Homeowners in Saanich will see a 7.19 per cent increase in property taxes this year as the district tries to meet demand for programs and services, while remaining mindful of residents grappling with inflation.
Council unanimously approved its 2023 budget on Tuesday (April 18), although several councillors admitted that some residents could find it a bit hard to stomach.
“I will acknowledge that some people will find this budget challenging to be able support in the community, but I believe it is the budget that Saanich needs as we move from being purely an operational municipality to a municipality that is both operational and strategic and responsive to community concerns,” said Coun. Colin Plant.
Plant added that both current and previous councils have undertaken large projects – including the older adult and diversity, equity and inclusion strategies released last month – which can often require substantial funding to enact.
“If we’re going to have these wonderful endeavours and initiatives, we need to be able to fund them. And so sometimes that will be challenging for a council to do, but I believe it is the right budget to pursue,” he said.
The $170-million budget includes $10.78 million in added spending from last year, translating to a tax increase of $229.95 for the average Saanich homeowner. That includes a $1.8-million bump in the Saanich police budget – for a total of $40.6 million – as well as an additional $352,749 for the Greater Victoria Public Library and $2.6 million for the district’s capital budget, totalling $95 million for 2023.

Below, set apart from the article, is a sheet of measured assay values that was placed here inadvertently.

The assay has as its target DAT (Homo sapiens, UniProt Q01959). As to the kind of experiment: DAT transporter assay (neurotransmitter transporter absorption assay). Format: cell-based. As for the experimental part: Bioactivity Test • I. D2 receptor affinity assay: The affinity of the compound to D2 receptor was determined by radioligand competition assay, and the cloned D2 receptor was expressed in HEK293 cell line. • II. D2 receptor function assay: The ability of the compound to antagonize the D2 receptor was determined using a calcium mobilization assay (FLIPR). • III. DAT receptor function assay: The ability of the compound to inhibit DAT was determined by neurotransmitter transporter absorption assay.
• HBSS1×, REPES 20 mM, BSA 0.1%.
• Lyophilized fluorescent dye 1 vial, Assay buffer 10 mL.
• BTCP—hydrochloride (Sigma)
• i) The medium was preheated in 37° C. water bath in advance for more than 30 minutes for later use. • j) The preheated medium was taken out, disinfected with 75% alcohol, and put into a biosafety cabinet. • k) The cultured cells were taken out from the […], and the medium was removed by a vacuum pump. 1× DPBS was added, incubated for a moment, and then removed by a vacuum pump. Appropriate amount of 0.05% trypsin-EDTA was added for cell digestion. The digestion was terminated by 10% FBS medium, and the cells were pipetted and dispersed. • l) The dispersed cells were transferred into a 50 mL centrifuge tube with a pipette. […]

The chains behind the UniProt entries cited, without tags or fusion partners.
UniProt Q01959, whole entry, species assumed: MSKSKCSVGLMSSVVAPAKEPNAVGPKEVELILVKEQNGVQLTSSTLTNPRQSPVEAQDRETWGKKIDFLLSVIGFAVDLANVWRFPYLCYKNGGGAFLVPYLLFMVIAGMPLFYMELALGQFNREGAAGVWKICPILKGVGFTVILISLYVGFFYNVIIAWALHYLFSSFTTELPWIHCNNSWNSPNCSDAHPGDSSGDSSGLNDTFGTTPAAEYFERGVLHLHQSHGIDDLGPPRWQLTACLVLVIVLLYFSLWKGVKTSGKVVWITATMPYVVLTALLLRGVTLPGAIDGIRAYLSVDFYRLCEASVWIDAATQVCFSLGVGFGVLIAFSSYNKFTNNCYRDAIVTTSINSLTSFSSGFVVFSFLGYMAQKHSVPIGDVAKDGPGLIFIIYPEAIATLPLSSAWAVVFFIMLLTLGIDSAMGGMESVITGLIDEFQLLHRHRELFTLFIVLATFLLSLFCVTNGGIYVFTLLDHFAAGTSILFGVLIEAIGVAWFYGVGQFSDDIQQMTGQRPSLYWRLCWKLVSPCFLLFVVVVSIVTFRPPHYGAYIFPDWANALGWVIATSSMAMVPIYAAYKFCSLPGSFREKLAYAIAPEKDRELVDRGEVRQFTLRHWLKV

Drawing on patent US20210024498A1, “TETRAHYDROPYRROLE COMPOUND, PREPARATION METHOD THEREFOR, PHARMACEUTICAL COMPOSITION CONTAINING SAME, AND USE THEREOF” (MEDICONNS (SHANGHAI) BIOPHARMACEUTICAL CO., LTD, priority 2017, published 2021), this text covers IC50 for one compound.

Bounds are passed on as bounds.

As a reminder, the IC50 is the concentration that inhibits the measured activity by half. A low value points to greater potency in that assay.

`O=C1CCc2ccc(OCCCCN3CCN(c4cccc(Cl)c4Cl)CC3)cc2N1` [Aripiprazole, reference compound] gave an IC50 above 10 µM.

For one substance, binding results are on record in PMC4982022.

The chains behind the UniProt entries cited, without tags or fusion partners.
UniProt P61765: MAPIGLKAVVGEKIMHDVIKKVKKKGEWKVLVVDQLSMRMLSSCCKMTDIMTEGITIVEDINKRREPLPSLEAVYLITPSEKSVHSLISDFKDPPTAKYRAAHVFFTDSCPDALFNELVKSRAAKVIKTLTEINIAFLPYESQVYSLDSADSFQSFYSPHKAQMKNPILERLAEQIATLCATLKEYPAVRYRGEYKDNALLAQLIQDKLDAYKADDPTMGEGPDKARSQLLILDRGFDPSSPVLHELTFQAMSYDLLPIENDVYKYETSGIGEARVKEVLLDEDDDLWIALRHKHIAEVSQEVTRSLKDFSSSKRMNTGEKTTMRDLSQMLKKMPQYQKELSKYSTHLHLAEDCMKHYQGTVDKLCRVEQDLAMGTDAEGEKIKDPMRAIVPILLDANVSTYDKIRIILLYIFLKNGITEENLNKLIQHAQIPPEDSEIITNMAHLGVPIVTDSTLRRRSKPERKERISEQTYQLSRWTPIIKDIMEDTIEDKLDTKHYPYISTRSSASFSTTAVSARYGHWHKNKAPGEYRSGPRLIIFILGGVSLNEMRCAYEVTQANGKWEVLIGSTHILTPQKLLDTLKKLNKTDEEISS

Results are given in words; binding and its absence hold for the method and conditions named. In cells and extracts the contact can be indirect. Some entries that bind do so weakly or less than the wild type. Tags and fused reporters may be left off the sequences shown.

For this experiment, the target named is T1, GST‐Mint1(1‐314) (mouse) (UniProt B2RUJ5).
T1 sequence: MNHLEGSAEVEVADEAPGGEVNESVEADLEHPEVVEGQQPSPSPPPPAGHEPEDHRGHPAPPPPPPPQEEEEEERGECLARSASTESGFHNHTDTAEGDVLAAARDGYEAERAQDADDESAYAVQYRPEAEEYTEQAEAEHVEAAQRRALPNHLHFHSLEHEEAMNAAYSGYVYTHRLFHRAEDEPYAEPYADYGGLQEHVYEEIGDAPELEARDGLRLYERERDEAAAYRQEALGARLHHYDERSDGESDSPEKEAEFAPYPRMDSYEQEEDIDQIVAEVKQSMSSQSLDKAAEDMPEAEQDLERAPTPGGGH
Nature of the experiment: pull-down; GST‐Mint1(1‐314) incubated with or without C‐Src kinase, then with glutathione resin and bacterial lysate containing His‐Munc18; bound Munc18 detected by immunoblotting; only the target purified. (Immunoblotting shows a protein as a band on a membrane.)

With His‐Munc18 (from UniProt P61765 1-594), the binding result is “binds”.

Council also approved a $387,648 management fee to the Swan Lake Christmas Hill Nature Sanctuary, a $690,417 contribution to the Capital Region Emergency Service Telecommunications system and $1.7 million in additional resource requests for staff to pursue strategic objectives.
“When you consider all of the competing interests involved in forming a budget and you look at all of the demands for services and programs to be able to put this forward in a very challenging financial year in terms of what we’re facing in an inflationary environment – I think this is a very defensible budget and one that I think will put Saanich on really strong footing moving forward,” said Mayor Dean Murdock, adding that this year’s budget strikes a good balance against a backdrop of inflation.
Council also reduced the budget by about $1.2 million through various initiatives, including changing the way the district funds the active transportation plan and technology upgrade program, as well as utilizing money typically set aside for vacant positions on the municipal payroll.
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